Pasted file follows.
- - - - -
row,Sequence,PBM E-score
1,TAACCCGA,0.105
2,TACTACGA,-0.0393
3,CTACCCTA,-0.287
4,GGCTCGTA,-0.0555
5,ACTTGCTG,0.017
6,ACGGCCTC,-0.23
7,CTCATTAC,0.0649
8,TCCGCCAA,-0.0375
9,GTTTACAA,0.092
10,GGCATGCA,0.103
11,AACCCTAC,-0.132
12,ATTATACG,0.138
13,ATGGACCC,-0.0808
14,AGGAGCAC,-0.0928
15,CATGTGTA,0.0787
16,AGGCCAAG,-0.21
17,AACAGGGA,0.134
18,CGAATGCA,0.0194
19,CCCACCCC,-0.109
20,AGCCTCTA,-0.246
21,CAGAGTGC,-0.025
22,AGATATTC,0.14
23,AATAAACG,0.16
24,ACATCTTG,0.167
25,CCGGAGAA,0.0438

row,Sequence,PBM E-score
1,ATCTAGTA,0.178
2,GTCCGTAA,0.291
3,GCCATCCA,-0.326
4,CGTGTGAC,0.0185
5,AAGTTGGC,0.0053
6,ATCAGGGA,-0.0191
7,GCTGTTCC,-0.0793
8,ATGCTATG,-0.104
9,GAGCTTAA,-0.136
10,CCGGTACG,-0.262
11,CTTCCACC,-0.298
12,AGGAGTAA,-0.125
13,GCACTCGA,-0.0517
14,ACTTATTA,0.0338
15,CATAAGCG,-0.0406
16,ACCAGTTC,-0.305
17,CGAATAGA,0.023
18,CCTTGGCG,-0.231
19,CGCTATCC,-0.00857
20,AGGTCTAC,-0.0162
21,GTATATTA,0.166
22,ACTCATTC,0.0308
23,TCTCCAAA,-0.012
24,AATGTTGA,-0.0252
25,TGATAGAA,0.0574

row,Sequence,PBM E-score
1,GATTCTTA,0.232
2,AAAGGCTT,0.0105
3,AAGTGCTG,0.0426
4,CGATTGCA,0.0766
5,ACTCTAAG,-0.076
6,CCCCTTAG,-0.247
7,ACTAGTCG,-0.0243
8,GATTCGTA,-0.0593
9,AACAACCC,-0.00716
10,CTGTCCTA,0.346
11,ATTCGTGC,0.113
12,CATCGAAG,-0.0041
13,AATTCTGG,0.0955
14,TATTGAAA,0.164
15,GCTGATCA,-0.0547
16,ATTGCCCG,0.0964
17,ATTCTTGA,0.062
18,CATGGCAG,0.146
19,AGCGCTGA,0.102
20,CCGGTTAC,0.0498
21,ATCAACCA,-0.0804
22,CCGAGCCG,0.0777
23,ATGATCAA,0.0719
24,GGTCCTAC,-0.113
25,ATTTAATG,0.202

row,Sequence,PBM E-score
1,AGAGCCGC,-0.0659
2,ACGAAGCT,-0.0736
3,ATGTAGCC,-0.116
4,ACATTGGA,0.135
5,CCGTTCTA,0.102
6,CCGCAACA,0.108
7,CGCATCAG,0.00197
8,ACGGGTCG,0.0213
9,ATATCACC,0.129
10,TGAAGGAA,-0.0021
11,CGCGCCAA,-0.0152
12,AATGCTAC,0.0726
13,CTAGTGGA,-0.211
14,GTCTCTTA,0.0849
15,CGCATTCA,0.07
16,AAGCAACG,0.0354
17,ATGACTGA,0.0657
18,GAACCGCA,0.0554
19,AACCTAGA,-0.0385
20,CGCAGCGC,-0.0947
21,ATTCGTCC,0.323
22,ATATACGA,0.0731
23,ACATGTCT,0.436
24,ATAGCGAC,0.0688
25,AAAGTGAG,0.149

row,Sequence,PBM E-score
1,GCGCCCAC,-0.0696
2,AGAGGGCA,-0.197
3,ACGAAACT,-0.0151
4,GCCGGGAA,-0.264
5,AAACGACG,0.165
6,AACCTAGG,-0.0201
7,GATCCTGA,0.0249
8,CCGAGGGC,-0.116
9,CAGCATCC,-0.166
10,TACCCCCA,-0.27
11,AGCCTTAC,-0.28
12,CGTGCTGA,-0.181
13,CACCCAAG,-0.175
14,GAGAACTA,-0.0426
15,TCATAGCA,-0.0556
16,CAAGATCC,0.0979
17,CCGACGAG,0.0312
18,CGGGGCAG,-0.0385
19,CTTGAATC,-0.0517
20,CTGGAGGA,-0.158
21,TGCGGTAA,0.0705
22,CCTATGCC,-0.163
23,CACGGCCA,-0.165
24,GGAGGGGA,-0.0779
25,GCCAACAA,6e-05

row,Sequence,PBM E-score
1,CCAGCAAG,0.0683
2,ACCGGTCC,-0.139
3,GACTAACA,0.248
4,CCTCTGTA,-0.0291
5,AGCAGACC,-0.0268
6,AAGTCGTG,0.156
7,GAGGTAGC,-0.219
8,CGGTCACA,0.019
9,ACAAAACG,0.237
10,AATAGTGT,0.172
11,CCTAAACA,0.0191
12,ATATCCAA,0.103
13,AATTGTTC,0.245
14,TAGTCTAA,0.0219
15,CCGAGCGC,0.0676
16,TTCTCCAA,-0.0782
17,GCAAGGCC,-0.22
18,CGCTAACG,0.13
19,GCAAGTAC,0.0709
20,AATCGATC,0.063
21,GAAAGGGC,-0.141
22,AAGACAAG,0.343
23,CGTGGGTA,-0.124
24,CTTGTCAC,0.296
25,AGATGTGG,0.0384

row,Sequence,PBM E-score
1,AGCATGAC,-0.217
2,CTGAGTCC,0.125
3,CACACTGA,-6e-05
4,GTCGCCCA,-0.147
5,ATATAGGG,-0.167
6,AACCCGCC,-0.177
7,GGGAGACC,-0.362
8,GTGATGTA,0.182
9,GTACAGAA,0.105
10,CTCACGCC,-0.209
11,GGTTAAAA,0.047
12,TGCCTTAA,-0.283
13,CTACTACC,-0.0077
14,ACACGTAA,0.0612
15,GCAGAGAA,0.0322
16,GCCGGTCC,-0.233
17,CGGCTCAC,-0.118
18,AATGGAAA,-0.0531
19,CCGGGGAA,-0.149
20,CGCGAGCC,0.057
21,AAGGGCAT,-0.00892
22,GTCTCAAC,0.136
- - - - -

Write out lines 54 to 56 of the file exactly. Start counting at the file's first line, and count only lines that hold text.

1,GATTCTTA,0.232
2,AAAGGCTT,0.0105
3,AAGTGCTG,0.0426